Canadian Sarah Emma Edmonds: American Civil War Spy
Completing 11 missions as a black man, a black woman and a white man, Emma Edmonds of New Brunswick gathered information against the Confederates.
The Union Army put out the call. Soldiers were needed to battle the Confederates in the American Civil War in 1861. After his fourth attempt, Franklin Thompson was accepted as a volunteer in the Second Volunteers division of the Union Army. Medical examinations were not required at that time, and that was a good thing, because the body under the suit of Franklin Thompson was not a man. It was a woman, Sarah Emma Evelyn Edmonds. And, by the way, she was born in Canada.
Canadian Woman a Union Army Spy
Before joining the American military, Emma Edmonds was a young woman escaping distress. Born in Magaguadavic, New Brunswick in 1841, her father was disgruntled that his daughter was not a son. Try as she may to please him with boyish attempts, he treated her with abuse, said Civil War Home. Emma fled to the United States, making her new home in Flint, Michigan. She was ready to answer the call of service to her new country, cutting her long hair and assuming the identity of a young man, Frank Thompson.
Working as a male nurse with a hospital unit after military training, the new Frank Thompson heard about an opening for a spy. The task was dangerous. The previous agent was put to death by firing squad after being caught collecting information against the Confederate Army. Emma “studied all she could find on weapons, tactics, local geography and military personalities,” said Civil War Home. She, or rather, Private Thompson, was readily accepted. Emma was about to be in the spy business.
Edmonds a Master of Disguise
Emma was a master of disguise. Not only successful as the Caucasian Private Thompson, she was able to pull off another transformation into a black man. With the help of the one person who knew of her true identity, the chaplain’s wife, Emma darkened her fair skin with silver nitrate. Wearing a black wig and with the new name of “Cuff”, she met up with the Confederate Army at an area where fortifications were being built against the Union Army. The work was blisteringly hard on her hands, so she traded places with a Negro on kitchen duty. Listening and observing, she gathered intelligence, escaping on the second day back to the Union Army post. McClellan, head of the army, was pleased. Emma/Thompson returned to duties as a male army nurse.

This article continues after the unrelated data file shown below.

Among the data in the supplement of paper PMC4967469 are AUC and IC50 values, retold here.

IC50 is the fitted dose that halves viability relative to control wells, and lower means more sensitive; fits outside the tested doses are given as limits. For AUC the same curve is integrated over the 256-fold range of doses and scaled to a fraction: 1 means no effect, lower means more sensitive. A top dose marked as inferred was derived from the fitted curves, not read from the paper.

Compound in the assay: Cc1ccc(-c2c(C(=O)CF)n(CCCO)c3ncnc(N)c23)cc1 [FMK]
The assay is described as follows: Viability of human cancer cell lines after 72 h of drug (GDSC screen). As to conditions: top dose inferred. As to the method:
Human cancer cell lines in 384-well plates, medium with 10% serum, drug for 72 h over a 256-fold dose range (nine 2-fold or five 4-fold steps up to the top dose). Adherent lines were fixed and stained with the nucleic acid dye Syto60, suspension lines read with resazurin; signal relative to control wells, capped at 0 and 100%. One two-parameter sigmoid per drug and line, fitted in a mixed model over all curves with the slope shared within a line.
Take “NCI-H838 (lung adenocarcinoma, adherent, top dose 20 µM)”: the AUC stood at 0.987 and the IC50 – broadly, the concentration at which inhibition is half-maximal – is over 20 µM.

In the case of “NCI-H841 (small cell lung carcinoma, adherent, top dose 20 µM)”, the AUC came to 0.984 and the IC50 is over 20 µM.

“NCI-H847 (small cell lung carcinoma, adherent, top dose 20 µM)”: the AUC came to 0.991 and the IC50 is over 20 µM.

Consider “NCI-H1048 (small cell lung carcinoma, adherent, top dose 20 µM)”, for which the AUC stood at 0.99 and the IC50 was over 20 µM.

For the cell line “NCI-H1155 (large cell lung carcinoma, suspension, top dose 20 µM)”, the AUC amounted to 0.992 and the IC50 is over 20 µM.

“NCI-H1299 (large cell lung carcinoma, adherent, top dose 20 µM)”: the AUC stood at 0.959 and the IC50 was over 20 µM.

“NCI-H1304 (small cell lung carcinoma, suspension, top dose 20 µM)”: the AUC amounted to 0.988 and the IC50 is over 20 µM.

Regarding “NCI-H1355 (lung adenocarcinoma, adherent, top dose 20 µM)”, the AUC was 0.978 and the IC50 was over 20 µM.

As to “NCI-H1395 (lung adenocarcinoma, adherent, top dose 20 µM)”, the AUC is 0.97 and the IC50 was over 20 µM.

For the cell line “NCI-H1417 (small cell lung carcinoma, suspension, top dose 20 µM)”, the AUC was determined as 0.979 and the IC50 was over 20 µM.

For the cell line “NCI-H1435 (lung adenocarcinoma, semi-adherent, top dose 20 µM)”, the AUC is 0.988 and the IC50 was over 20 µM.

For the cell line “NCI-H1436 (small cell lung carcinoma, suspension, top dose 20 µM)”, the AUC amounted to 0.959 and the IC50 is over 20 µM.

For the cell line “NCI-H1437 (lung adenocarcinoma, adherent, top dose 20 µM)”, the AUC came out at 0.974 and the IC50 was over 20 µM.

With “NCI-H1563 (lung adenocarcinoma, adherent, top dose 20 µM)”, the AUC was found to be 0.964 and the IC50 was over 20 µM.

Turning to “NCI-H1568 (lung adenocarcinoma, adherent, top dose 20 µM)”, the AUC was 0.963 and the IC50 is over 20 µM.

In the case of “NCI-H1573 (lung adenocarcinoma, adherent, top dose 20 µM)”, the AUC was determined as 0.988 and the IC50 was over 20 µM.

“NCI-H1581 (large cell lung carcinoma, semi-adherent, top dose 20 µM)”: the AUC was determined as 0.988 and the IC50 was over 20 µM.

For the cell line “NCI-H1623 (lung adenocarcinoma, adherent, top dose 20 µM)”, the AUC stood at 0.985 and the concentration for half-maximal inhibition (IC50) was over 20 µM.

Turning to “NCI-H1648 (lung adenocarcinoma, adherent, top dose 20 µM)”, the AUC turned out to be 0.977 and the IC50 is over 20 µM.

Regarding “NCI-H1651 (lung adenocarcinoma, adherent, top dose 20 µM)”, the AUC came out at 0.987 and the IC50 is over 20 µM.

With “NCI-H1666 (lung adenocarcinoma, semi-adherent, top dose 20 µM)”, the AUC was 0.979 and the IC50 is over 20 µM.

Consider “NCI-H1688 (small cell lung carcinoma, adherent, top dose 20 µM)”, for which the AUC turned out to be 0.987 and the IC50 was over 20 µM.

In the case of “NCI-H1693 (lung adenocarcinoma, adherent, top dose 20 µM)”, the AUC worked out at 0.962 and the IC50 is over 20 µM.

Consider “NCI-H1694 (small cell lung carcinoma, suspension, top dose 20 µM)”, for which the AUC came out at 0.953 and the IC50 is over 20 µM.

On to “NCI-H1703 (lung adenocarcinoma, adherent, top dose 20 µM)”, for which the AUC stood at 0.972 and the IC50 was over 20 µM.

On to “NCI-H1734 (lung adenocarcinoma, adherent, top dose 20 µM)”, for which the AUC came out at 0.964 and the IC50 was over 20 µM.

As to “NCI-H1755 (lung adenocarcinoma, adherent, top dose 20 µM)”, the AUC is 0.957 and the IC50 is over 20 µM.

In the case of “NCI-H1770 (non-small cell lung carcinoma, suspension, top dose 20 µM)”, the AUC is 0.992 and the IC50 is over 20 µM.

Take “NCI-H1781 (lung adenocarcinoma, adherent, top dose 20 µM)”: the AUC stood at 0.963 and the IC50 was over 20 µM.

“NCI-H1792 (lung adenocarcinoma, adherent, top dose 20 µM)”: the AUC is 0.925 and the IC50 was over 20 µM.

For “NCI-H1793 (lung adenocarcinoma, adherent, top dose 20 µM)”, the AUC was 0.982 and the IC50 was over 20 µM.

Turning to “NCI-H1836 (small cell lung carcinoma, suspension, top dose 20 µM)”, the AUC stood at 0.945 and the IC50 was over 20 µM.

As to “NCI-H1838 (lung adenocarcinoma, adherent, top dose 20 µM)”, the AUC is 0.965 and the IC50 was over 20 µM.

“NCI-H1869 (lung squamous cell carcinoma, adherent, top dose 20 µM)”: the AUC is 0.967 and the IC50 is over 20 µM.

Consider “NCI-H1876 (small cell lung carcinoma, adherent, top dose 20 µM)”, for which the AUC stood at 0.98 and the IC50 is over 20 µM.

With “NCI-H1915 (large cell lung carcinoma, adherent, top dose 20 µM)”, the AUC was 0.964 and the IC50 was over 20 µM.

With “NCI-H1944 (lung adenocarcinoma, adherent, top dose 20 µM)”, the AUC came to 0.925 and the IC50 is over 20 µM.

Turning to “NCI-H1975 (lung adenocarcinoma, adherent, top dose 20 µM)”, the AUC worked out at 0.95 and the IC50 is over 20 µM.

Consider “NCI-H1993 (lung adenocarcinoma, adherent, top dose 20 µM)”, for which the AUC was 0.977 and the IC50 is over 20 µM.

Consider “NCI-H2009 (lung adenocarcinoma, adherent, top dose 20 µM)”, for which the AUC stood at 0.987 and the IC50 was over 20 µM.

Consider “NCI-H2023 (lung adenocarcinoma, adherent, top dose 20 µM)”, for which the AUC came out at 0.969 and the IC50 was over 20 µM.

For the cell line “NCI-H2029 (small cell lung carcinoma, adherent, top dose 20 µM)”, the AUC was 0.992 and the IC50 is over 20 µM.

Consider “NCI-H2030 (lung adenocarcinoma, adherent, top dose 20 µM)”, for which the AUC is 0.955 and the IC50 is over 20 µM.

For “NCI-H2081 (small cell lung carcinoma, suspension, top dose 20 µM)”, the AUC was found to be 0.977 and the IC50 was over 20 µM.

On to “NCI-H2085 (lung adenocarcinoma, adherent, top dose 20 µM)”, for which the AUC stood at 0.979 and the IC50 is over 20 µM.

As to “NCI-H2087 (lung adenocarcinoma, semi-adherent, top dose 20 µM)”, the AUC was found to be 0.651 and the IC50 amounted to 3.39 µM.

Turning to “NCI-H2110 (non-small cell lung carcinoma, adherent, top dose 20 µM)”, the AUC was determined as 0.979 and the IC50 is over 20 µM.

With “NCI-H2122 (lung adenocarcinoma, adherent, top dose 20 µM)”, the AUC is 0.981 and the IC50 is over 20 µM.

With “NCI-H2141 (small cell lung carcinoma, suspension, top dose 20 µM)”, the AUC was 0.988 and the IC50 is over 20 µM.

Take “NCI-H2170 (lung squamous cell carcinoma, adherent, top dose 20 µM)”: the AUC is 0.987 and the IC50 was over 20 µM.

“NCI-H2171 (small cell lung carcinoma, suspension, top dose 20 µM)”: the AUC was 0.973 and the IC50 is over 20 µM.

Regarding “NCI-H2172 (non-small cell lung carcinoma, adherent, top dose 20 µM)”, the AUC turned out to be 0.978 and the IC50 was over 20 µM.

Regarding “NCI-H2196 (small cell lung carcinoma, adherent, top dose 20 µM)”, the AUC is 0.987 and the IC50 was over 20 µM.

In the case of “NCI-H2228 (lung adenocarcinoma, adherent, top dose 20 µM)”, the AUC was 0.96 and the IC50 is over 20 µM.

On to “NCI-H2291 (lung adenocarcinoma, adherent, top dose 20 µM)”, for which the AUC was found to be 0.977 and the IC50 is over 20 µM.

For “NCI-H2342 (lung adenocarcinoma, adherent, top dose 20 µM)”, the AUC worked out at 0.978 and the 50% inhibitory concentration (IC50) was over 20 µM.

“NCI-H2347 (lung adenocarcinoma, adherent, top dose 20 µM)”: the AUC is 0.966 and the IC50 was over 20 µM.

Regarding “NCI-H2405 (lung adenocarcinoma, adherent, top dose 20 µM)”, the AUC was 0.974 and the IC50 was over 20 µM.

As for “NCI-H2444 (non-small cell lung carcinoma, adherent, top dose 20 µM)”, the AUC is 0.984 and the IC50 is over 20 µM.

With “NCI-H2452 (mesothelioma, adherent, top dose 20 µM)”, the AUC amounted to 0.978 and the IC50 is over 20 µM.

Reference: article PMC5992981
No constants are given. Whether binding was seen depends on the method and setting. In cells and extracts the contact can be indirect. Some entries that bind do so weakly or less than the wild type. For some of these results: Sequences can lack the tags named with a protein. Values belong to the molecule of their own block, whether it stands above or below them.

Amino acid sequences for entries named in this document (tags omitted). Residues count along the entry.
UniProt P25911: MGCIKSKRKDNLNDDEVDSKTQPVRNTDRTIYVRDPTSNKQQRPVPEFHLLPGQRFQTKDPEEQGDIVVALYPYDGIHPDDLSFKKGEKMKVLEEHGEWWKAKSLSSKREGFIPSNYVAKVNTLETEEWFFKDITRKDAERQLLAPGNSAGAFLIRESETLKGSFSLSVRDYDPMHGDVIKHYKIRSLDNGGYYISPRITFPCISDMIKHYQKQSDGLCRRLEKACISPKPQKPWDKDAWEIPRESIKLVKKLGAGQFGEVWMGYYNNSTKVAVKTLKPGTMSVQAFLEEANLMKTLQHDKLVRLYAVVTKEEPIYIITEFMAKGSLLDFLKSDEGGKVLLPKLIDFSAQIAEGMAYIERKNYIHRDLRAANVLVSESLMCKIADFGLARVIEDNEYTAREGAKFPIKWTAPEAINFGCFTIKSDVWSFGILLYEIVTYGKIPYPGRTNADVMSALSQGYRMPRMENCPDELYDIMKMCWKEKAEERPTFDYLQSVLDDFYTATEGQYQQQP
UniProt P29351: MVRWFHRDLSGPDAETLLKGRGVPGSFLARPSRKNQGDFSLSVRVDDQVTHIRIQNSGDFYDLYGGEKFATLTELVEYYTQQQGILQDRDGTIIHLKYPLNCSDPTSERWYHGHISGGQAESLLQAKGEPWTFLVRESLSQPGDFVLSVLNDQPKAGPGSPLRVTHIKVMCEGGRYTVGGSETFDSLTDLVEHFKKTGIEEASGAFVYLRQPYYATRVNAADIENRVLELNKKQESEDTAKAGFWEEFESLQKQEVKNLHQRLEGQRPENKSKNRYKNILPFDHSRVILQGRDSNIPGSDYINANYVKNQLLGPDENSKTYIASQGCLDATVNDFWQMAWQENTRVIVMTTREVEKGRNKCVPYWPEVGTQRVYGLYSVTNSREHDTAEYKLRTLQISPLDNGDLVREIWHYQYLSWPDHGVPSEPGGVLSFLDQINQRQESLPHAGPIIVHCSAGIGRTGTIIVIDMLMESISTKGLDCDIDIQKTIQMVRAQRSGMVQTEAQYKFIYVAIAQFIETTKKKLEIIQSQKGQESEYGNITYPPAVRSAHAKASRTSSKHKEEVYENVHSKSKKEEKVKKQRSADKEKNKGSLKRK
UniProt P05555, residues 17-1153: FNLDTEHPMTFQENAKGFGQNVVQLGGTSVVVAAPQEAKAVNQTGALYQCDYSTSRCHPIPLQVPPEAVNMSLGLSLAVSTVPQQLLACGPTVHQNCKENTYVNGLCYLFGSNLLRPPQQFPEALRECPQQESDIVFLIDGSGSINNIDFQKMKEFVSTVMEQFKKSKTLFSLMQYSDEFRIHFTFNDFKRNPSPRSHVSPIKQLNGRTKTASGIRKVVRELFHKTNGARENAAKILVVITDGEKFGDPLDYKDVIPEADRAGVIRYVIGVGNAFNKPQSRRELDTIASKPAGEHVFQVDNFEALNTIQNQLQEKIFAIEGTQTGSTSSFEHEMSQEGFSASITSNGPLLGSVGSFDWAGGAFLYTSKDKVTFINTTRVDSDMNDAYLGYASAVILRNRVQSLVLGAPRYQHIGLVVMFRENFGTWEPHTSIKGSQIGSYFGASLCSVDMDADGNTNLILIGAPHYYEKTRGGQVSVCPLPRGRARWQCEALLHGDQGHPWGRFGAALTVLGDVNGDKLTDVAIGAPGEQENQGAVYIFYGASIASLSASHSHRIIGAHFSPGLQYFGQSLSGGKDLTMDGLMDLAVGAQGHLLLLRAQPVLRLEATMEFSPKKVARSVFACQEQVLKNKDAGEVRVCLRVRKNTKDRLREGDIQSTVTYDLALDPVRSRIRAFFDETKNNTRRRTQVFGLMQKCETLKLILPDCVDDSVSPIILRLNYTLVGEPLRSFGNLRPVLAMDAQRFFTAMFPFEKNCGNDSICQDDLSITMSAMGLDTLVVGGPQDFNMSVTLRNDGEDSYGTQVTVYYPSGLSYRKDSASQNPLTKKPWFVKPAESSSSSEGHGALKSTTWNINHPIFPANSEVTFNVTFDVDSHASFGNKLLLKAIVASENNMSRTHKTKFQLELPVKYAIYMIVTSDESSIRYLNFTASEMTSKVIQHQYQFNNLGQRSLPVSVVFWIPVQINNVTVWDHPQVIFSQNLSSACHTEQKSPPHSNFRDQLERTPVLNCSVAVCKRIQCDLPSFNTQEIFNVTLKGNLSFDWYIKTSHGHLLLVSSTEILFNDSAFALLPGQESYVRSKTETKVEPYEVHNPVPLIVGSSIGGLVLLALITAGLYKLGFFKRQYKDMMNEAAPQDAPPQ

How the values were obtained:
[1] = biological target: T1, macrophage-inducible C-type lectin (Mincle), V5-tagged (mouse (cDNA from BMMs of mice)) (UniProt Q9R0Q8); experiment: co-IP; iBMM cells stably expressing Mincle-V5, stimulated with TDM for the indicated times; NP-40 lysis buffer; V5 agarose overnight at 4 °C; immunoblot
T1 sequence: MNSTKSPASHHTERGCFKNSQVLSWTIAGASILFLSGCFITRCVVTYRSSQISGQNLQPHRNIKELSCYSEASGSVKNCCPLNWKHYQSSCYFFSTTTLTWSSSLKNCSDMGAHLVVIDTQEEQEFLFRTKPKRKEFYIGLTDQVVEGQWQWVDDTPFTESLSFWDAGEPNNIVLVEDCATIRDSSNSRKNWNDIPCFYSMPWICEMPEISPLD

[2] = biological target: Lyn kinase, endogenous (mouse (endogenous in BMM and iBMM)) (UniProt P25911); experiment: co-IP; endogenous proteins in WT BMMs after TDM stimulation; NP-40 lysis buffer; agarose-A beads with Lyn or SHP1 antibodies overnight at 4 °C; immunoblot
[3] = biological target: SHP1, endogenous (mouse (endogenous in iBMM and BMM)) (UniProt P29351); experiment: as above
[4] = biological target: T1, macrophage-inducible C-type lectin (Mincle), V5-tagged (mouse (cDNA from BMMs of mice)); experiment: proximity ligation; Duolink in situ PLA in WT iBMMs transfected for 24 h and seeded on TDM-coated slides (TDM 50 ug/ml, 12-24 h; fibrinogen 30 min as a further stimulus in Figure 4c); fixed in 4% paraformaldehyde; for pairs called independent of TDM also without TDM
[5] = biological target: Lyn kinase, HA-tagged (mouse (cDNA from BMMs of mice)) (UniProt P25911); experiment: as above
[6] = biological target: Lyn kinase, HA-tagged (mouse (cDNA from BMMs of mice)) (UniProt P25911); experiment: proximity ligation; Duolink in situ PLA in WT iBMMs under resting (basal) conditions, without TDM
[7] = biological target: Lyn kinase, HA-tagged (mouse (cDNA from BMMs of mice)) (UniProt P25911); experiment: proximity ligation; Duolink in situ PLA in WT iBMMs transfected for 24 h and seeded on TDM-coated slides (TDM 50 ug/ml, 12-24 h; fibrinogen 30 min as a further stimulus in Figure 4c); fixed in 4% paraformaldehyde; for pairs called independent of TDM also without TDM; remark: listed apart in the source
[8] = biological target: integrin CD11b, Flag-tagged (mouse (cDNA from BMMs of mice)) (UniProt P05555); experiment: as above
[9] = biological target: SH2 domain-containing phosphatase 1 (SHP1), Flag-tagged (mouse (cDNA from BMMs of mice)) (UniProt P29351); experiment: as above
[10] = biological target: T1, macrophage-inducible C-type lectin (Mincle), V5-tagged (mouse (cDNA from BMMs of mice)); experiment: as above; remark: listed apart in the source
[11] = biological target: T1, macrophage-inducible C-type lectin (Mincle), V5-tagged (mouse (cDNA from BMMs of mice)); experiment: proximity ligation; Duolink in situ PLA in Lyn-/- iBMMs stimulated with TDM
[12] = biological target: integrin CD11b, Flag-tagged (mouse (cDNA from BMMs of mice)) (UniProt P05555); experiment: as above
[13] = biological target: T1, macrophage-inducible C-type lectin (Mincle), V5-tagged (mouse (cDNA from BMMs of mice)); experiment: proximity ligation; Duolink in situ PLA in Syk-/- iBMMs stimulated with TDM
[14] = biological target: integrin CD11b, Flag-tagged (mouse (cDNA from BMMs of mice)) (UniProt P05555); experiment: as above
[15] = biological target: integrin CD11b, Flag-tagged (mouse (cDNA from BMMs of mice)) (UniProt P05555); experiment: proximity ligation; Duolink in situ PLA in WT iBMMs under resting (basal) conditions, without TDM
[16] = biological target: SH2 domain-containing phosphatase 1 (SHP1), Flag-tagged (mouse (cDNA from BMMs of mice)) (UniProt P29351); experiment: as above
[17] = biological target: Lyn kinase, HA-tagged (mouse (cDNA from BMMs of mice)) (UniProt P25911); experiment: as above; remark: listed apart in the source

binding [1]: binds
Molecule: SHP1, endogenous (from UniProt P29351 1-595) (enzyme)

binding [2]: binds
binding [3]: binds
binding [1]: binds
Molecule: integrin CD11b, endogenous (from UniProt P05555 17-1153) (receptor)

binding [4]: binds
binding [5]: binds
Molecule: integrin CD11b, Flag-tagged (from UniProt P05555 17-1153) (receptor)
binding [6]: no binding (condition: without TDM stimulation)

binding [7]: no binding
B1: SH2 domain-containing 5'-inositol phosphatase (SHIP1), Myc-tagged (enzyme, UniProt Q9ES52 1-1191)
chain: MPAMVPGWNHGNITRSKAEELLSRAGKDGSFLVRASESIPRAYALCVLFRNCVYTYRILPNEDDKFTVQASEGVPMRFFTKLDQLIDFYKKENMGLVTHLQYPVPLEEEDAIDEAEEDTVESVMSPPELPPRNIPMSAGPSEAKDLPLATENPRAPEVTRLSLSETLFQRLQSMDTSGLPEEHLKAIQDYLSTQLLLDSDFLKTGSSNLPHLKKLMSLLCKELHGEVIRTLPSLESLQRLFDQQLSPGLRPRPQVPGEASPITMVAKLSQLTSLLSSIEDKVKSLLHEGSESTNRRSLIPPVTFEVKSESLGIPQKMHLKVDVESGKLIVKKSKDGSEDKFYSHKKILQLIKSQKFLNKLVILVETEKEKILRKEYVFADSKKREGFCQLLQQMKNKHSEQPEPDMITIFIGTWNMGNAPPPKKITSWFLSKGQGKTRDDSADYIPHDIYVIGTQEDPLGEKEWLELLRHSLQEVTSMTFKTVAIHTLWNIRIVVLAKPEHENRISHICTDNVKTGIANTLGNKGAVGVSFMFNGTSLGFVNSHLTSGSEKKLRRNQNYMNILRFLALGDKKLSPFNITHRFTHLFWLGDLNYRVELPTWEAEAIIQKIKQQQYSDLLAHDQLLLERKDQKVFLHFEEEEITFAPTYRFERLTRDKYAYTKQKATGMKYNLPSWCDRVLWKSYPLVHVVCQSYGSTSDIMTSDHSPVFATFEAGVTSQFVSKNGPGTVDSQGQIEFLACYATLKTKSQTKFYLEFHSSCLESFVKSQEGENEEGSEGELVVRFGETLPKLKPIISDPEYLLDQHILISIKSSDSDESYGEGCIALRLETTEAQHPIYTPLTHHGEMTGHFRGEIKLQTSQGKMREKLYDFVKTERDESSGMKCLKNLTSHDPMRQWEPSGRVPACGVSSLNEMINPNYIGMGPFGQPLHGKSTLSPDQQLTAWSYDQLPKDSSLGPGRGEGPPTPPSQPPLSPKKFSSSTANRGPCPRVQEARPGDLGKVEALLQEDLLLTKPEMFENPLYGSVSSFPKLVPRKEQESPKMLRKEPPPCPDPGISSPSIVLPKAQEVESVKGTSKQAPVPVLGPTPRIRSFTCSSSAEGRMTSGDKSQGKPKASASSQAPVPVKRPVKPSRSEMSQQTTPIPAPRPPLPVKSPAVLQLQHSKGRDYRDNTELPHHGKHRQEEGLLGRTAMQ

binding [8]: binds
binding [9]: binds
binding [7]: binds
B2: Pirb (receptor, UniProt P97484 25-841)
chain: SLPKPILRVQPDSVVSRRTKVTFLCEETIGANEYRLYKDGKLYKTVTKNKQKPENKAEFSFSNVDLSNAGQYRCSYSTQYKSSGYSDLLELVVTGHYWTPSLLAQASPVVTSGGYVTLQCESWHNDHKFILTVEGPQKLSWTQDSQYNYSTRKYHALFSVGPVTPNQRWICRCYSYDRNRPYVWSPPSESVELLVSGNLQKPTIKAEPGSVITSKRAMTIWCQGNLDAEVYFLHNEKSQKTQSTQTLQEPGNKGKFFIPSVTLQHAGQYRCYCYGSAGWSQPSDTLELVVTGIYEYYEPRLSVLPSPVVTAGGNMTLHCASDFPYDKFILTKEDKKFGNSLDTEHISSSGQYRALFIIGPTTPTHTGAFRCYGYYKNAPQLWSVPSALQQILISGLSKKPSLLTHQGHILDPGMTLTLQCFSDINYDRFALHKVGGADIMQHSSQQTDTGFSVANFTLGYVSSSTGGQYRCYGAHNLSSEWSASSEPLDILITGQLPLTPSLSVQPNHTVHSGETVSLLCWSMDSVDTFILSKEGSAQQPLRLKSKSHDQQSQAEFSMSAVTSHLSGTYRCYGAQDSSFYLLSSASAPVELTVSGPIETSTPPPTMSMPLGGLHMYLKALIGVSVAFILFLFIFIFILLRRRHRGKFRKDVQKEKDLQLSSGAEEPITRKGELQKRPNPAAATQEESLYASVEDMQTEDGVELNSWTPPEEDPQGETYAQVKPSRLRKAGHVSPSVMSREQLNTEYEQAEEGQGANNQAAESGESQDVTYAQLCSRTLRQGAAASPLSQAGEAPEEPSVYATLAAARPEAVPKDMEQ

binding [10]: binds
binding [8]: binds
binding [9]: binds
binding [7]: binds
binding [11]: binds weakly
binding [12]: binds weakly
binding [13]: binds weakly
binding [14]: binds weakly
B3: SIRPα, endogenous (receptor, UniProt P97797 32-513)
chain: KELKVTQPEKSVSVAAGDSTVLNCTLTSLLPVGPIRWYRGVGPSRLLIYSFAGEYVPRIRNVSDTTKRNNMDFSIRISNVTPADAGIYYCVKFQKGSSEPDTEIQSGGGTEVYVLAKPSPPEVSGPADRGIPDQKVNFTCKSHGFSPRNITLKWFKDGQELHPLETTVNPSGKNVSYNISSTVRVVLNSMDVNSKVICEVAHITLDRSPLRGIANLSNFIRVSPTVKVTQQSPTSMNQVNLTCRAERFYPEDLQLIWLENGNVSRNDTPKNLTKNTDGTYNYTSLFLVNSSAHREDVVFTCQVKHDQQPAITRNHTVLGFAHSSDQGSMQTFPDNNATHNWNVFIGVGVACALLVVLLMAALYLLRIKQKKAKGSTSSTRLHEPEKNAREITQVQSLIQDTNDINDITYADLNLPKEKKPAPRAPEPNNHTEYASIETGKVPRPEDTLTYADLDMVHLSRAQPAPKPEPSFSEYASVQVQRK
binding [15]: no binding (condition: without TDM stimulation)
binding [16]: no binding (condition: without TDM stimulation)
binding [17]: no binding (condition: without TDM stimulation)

Mere months later, another opportunity arose for “Thompson” to put her spy skills to use. Costumed as Bridget O’Shea, a chubby Irish woman, Emma once again infiltrated the Confederate side. Selling goods as a peddler, she was able to pick up much useful information – and a horse for herself. Her arm was wounded by a bullet while on her horse, but she made it back to the Union camp. On further missions, she used her “Cuff” persona to slide into the Confederate background, and later once again stretched her skills in disguise – as a black “Mammy” woman, complete with bandanna on her head.
More Spy Missions for Edmonds
In the heat of August 1862, Emma had infiltrated the Confederate camp in Virginia as a black laundress. Papers fell out of an officer’s coat. It was a good find. She scooped up the documents and fled back to share the important information. Her superiors were thrilled with “Frank Thompson’s” work.
Frank Thompson was asked to take on another spy challenge by General Ambrose of the Ninth Corps of the Union Army at the end of 1862. The mission was to get to Louisville, Kentucky in a new character, Charles Mayberry, and identify a network of southern spies. Emma was once again victorious. The battle of Vicksburg was just ahead and Emma’s unit was being transferred to General Grant’s Union Army for the encounter.
Military Career Lost to Malaria
Disease put a halt to Emma’s work, both military and spy. Struck with malaria, she couldn’t risk treatment in the army hospital for fear of being found a woman concealed as Private Thompson. She entered a private hospital in Illinois in her own name. On recovery, she found that her Thompson name had been listed as a Union Army deserter. Emma could not return to her unit under that condition without penalty. Her military career as a man and a spy with eleven missions to her (rather his) credit was over. But Emma’s story didn’t end there.
Working as a nurse in Washington until the American Civil War was over, Emma also wrote a memoir about her escapades entitled Nurse and Spy in the Union Army. A massive number of over 175,000 books were sold and the profits were donated to the American War Relief Fund. Longing for Canada, Emma went home to New Brunswick. She married Linus Seelye, a carpenter, in 1867. The Seelyes had three sons, all of whom died at a young age. They then adopted and cared for two more children.
Honourable Discharge for Emma Edmonds
In 1884, Emma petitioned the US War Department to review her case as a deserter. The House of Representatives passed a bill acknowledging her service and illness due to working in swamps to complete her duties. On July 5, 1884, she was awarded an honourable discharge and a military pension of $12 a month. “She followed that regiment through hard-fought battles, never flinched,” said her Captain according to Sunshine for Women, “and was never suspected of being else from what she seemed. The beardless boy was a universal favourite. ”
Moving to LaPorte, Texas, Sarah Emma Edmonds Seelye died of a recurrence of malaria on September 5, 1898. The only female member of The Grand Army of the Republic, she was buried in the services section of the Washington Cemetery in Houston, Texas. It was a great honour for a daring, fearless and ingenious Canadian woman of the 19th century.
This article first appeared on Suite101.com in January 2010. (C) Susanna McLeod